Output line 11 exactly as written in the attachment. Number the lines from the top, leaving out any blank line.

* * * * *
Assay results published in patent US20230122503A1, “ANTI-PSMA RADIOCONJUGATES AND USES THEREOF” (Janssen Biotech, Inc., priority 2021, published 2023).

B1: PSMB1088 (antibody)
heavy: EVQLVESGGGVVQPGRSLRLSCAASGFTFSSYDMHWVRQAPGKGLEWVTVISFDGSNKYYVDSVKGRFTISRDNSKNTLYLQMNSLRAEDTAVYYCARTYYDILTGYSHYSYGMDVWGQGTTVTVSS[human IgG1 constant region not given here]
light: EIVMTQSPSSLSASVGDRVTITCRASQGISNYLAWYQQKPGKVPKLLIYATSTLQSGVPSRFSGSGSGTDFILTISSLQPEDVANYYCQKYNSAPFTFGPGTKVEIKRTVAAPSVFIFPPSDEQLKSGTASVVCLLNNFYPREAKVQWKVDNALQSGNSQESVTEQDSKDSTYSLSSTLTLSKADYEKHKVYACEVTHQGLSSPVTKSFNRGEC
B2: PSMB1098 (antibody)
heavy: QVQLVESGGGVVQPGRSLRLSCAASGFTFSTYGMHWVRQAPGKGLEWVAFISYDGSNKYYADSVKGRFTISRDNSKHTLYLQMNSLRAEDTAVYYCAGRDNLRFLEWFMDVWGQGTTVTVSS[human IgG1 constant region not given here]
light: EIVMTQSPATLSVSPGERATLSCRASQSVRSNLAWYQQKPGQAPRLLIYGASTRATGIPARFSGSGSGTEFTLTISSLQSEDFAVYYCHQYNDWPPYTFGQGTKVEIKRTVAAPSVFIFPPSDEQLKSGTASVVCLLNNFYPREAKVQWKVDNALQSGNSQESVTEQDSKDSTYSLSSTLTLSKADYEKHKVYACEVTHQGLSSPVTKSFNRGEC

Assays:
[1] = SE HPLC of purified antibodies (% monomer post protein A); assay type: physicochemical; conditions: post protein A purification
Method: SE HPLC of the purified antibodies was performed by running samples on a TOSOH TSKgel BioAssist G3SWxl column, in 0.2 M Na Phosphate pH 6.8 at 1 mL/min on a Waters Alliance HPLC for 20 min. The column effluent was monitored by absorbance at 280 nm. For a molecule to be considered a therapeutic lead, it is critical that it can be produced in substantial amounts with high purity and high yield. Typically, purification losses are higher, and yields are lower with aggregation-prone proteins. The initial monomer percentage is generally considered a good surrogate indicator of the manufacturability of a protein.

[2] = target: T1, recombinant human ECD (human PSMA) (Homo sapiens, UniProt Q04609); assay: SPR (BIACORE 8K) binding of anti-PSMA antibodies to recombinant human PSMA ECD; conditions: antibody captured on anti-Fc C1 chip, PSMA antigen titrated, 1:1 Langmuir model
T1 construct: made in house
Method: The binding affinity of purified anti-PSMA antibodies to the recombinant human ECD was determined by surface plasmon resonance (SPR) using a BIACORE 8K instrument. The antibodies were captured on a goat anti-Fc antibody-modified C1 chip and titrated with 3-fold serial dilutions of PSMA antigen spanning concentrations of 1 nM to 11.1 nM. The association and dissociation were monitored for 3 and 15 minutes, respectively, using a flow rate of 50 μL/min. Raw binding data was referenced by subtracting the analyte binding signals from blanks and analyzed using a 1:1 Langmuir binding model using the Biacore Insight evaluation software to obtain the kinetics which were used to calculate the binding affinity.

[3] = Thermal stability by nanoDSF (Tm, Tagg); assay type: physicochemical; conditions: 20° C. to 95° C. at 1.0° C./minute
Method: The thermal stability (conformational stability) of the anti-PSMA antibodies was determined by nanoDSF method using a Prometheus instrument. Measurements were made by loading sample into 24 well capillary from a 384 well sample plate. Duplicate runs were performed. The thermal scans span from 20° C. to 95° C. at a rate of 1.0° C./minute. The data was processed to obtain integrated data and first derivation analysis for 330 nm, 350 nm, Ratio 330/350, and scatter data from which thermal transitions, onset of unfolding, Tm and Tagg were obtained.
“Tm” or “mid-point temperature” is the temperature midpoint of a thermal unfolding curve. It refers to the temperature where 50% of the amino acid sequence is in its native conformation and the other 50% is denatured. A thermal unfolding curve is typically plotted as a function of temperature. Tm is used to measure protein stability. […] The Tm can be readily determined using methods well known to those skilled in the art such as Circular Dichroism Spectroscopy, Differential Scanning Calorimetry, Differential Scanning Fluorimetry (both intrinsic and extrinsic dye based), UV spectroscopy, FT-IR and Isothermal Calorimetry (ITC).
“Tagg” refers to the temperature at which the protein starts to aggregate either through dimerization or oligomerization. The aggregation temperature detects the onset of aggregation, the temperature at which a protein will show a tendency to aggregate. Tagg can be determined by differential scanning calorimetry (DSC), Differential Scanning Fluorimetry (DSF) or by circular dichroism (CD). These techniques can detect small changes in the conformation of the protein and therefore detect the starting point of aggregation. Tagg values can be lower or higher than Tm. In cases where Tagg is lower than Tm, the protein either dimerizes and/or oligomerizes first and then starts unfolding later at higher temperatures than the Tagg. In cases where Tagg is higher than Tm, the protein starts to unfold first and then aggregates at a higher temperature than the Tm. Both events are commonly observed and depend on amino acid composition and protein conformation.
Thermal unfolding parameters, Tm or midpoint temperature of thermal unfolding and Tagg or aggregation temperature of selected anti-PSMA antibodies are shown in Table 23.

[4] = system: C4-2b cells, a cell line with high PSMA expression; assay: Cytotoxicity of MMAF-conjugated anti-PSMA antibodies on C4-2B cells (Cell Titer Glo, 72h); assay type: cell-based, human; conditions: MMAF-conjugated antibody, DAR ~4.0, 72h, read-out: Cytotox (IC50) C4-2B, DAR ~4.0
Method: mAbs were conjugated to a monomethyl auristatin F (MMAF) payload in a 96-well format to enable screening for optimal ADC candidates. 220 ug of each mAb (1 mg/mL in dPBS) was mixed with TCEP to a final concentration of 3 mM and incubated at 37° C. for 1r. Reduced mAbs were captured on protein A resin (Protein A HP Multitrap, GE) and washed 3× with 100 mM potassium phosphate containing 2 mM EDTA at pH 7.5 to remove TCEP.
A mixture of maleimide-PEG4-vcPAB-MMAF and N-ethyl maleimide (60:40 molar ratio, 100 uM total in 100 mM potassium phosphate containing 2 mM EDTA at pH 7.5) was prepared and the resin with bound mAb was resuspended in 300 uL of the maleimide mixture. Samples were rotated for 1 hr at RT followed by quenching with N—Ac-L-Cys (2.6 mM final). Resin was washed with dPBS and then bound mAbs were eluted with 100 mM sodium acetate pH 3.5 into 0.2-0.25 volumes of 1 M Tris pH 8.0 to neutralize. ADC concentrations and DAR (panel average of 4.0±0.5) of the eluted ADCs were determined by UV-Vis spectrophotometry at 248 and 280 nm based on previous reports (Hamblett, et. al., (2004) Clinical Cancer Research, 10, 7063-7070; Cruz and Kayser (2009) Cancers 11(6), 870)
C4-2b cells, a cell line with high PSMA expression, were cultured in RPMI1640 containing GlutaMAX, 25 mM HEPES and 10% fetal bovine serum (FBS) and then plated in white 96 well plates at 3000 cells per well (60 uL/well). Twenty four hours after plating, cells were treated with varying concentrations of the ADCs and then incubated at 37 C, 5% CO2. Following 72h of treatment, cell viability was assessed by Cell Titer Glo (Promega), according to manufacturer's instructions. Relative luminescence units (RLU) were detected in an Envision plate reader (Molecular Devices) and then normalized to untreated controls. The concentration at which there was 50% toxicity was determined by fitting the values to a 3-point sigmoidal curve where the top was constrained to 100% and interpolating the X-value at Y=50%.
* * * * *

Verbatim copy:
[2] = target: T1, recombinant human ECD (human PSMA) (Homo sapiens, UniProt Q04609); assay: SPR (BIACORE 8K) binding of anti-PSMA antibodies to recombinant human PSMA ECD; conditions: antibody captured on anti-Fc C1 chip, PSMA antigen titrated, 1:1 Langmuir model